Hurricane is used for storms that originate in the North Atlantic, central North Pacific and eastern North Pacific, while the word typhoon is used for storms that form in the Northwest Pacific, NOAA says. 

Storms that form in the South Pacific and Indian Oceans are always referred to as tropical cyclones, regardless of their wind speeds.

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The five-category Saffir-Simpson Hurricane Wind Scale estimates the severity of the storm and its impacts. “Major hurricanes” fall under Categories 3, 4 and 5 on the scale. 

The scale is a 1 to 5 rating based on a hurricane’s peak wind speeds. It does not take into account other hazards such as storm surge, flooding and tornadoes, the NHC says. 

Once a storm reaches 74 mph winds or greater, it is assigned a hurricane category. 

Here is the NHC’s breakdown of the five hurricane categories and what they mean:

Category 1: Winds of 74 to 95 mph. “Very dangerous winds will produce some damage.” Some homes could have damage to their roofs, vinyl siding and gutters. Extensive damage to power lines and poles will likely result in power outages that could last a few to several days. Category 2: Winds of 96 to 110 mph. “Extremely dangerous winds will cause extensive damage.” Some homes could sustain major roof and siding damage. Near-total power loss is expected with outages that could last from several days to weeks.Category 3: Winds of 111 to 129 mph. “Devastating damage will occur.” Some homes may incur major damage. Electricity and water will likely be unavailable for several days to weeks after the storm passes. Category 4: Winds of 130 to 156 mph. “Catastrophic damage will occur.” Homes can sustain severe damage, with loss of most of the roof and/r some exterior walls. Power outages could last weeks to months. Most of the area will likely be uninhabitable for weeks or months. Category 5: Winds of 157 mph or higher. “Catastrophic damage will occur.” A high percentage of homes will be destroyed, with total roof failure and wall collapse. Power outages will last for weeks to possibly months. Most of the area will be uninhabitable for weeks to months.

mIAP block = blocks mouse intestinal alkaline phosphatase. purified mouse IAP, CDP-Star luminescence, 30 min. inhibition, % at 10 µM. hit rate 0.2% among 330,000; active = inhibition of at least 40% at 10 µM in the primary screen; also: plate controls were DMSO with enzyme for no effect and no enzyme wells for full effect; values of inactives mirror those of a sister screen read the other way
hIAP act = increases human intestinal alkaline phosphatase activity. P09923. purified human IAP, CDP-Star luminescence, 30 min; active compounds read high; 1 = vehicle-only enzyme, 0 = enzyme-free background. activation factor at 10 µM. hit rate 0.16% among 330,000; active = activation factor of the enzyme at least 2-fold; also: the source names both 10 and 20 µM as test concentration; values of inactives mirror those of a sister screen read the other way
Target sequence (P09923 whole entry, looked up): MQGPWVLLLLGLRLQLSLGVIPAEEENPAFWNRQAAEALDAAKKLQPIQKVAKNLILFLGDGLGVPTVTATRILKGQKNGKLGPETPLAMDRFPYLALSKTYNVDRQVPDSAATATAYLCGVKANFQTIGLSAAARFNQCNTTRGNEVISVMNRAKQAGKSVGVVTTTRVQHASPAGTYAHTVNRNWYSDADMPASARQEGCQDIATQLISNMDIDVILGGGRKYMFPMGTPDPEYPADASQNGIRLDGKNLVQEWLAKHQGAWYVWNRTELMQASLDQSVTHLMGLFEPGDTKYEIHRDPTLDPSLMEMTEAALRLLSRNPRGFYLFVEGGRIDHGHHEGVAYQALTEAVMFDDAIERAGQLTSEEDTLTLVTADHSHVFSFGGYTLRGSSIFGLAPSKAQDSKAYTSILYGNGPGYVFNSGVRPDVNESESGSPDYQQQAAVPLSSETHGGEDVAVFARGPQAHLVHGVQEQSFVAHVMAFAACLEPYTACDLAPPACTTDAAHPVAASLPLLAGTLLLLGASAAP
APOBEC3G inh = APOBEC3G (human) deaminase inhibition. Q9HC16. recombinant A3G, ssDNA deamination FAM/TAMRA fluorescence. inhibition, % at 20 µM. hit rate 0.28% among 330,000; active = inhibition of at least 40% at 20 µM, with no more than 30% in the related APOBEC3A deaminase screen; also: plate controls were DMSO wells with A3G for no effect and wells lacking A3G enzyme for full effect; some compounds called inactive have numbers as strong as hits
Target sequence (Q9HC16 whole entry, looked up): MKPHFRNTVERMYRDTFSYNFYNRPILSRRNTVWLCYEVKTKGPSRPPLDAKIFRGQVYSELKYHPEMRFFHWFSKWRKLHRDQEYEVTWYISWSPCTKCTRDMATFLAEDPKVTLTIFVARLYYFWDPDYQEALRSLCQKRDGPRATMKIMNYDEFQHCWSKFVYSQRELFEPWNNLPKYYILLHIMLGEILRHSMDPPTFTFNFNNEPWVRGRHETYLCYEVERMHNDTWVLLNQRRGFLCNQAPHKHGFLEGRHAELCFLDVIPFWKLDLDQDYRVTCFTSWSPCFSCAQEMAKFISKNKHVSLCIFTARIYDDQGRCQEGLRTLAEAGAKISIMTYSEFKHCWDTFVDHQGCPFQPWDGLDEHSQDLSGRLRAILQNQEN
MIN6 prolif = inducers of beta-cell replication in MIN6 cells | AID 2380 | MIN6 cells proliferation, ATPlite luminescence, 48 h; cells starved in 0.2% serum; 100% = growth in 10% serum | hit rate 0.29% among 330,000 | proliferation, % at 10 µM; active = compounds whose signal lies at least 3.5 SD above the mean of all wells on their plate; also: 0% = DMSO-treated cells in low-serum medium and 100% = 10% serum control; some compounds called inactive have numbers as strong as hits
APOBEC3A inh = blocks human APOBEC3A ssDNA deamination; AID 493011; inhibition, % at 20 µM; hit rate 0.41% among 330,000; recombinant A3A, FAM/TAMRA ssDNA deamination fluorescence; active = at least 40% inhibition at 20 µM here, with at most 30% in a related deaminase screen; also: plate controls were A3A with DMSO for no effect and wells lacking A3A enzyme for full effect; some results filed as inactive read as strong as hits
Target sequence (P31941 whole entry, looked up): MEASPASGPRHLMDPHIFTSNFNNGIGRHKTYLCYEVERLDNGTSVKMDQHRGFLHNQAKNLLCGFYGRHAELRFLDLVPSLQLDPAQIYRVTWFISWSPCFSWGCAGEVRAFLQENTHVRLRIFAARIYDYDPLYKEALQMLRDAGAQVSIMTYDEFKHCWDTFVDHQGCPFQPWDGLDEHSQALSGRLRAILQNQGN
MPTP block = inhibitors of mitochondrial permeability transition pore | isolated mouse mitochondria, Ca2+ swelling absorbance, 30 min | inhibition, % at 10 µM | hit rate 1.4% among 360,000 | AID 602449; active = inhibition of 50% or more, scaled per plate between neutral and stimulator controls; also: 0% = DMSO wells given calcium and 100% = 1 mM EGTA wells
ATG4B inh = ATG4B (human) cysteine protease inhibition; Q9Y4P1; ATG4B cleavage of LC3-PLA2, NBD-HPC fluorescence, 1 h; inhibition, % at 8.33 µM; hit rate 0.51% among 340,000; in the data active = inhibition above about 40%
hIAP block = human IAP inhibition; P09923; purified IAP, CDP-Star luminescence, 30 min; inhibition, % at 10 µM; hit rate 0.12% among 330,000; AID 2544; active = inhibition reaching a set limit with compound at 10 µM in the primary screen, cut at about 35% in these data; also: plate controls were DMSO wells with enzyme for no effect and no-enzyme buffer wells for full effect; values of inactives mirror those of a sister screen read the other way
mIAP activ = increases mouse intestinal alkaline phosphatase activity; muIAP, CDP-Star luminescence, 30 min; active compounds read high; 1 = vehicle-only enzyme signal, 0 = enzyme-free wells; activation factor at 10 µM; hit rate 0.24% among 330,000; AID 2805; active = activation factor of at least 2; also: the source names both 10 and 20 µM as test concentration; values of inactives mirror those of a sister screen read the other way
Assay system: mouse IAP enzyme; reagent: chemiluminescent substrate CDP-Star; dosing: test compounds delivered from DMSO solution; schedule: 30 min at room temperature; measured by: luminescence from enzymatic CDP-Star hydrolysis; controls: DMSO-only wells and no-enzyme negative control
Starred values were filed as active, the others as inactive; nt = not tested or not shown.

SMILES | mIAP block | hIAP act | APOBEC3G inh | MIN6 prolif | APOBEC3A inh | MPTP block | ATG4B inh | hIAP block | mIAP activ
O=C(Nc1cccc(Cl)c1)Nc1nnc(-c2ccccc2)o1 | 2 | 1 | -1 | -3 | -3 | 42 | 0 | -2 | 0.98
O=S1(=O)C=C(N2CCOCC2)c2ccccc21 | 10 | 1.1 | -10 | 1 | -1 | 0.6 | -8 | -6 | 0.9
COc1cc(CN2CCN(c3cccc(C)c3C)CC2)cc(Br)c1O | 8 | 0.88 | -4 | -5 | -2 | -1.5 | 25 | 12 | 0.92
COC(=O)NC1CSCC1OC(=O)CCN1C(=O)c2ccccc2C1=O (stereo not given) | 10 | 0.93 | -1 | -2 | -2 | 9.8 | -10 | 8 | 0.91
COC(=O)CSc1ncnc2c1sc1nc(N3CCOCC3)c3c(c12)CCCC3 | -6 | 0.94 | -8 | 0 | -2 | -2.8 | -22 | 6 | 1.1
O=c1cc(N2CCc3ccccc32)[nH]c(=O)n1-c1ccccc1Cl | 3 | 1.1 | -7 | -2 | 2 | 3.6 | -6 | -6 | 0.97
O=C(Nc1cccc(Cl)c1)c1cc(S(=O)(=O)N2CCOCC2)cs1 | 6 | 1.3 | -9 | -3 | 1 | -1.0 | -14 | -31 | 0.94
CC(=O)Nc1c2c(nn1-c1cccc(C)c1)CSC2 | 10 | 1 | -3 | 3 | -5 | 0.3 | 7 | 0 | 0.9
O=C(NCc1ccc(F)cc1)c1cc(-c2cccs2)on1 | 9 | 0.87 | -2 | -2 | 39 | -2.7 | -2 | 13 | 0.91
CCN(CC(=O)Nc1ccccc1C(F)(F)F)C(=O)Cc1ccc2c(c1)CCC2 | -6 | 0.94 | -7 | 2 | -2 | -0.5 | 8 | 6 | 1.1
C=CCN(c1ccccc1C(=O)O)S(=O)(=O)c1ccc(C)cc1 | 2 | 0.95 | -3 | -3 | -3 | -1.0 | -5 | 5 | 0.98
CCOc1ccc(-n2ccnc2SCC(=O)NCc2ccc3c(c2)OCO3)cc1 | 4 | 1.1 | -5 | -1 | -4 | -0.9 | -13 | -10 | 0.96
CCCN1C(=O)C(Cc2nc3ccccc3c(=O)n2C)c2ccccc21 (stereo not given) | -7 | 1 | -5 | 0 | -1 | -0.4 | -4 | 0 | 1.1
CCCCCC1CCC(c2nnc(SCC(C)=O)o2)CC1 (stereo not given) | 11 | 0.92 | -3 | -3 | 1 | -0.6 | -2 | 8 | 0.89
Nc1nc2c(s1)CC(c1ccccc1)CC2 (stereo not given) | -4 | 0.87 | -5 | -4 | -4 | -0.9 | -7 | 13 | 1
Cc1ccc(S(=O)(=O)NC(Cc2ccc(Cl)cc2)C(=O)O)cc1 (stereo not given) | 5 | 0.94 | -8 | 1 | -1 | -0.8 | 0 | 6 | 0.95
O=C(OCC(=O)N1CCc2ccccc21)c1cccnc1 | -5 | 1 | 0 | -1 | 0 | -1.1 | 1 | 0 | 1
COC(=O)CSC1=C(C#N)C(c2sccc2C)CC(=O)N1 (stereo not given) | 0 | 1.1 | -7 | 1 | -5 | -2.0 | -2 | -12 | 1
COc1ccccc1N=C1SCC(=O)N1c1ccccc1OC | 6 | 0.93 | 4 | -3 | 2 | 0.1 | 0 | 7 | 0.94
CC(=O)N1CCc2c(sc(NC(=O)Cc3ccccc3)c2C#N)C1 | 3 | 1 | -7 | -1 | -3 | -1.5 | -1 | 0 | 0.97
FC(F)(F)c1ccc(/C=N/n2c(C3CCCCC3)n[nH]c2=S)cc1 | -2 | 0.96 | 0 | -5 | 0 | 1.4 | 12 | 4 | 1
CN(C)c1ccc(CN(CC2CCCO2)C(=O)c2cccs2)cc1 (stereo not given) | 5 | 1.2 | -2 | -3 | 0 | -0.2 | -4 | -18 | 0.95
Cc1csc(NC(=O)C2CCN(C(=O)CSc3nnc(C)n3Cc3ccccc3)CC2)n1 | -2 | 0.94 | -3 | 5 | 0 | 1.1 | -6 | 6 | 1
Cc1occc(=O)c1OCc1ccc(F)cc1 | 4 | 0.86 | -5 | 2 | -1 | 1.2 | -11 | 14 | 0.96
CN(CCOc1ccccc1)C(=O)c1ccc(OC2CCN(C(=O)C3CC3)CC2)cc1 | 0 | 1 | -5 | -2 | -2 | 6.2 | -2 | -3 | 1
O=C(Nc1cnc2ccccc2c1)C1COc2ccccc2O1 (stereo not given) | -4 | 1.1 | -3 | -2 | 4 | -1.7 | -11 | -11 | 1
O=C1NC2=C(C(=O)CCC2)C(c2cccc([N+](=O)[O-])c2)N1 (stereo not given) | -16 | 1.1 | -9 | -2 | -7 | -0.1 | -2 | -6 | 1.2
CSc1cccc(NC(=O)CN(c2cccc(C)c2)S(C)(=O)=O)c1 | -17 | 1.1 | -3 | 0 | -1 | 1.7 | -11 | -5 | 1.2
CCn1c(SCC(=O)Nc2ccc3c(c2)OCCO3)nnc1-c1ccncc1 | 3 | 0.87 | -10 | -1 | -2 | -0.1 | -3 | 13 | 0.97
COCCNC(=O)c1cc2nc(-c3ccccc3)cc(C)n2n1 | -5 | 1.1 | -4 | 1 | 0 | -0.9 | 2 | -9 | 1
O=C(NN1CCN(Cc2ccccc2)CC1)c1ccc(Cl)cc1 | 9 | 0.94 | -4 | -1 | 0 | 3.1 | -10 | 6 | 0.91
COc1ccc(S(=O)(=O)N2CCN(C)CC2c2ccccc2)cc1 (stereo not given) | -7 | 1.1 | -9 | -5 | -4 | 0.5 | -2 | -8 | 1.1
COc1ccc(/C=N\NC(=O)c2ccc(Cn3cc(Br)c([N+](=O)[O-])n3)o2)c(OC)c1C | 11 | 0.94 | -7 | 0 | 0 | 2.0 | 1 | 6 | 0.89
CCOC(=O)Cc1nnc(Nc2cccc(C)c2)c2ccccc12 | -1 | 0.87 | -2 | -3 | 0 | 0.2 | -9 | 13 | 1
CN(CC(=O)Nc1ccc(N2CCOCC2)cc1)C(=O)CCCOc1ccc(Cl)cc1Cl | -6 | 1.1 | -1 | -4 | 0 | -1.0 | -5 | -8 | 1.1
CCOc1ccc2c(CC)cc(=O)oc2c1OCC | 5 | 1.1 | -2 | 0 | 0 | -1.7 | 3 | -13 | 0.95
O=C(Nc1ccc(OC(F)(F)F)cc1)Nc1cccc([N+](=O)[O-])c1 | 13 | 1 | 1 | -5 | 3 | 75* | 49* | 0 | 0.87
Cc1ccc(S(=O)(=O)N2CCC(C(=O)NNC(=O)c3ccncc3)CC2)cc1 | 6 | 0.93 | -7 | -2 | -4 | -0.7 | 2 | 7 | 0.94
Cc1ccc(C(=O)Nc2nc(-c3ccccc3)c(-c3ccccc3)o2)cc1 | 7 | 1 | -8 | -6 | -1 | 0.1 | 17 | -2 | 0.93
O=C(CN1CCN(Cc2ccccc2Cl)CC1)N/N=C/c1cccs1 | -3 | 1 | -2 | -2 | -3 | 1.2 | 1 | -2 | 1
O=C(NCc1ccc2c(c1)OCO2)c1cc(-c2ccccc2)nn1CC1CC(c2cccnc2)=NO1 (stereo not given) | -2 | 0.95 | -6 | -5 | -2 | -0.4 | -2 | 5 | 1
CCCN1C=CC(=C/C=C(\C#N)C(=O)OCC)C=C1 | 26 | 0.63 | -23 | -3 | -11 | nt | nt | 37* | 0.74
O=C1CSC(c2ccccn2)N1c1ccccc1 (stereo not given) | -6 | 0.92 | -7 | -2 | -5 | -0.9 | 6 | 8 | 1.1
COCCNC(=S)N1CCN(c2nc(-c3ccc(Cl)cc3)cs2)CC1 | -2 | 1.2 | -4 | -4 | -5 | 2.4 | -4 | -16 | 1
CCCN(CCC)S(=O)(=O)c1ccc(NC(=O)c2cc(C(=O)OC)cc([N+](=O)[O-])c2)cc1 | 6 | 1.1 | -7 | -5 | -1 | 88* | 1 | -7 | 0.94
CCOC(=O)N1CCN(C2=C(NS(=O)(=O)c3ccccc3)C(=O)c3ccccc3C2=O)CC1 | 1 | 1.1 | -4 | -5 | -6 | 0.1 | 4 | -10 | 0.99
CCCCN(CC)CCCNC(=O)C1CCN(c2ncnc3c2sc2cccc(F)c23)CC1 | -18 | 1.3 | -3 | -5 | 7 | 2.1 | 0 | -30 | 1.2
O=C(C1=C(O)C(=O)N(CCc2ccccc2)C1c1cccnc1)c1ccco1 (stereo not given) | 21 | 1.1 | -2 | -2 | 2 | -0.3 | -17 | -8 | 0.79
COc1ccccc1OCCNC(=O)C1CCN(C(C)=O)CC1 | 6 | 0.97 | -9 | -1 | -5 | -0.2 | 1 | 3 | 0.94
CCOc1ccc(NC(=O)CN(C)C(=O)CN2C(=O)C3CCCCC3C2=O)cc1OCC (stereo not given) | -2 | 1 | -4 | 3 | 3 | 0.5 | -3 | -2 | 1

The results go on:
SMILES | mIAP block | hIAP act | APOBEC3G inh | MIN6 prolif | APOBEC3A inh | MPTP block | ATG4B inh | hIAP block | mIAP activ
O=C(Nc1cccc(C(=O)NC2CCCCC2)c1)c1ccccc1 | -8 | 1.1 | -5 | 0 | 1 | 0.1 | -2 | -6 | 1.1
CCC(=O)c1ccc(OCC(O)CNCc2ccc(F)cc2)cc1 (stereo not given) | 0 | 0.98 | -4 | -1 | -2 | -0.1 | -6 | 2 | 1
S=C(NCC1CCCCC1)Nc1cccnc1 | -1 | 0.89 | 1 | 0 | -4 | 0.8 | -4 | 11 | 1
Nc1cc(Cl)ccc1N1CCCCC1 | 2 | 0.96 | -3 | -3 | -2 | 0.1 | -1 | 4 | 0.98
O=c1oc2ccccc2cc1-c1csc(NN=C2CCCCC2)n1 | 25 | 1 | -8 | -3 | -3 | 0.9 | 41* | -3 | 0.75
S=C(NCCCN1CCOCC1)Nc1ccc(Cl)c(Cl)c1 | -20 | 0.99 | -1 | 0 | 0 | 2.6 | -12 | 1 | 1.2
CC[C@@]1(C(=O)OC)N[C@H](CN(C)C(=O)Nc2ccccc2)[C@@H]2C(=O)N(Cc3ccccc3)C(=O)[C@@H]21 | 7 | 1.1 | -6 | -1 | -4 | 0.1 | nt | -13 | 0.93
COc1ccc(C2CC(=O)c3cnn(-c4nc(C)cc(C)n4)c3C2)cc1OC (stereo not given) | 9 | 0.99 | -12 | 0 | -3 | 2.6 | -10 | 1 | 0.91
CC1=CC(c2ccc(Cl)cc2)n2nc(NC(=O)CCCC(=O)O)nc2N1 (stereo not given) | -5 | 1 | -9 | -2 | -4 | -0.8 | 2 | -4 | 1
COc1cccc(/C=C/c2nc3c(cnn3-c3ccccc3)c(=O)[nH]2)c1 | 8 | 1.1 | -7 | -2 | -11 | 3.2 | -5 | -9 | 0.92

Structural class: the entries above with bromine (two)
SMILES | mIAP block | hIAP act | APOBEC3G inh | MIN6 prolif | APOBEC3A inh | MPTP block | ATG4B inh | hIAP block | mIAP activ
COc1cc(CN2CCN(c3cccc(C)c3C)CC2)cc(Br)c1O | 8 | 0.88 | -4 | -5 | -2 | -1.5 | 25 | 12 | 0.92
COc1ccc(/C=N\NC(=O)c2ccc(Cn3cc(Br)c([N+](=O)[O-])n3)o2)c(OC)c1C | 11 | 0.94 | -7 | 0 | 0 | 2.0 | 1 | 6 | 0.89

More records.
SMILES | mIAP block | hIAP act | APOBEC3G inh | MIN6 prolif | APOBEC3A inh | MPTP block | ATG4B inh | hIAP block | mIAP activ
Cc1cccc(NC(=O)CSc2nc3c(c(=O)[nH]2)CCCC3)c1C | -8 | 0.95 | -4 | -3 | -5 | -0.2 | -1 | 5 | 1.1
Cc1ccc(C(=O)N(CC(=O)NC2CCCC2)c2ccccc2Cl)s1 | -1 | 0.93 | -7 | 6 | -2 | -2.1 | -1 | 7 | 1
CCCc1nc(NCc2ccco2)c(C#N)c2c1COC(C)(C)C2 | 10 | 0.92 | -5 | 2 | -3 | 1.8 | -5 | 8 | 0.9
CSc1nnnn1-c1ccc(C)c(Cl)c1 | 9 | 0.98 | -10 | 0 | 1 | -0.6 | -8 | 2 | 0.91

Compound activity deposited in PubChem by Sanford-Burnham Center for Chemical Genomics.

Category 6 hurricanes do not exist, despite some viral claims. 

Homeowners and renters insurance policies do not typically cover flood damage from hurricanes. 

Instead, people can purchase separate flood insurance policies from private companies or the National Flood Insurance Program (NFIP) managed by the Federal Emergency Management Agency (FEMA). These policies can cover buildings, such as your home, the contents within, or both.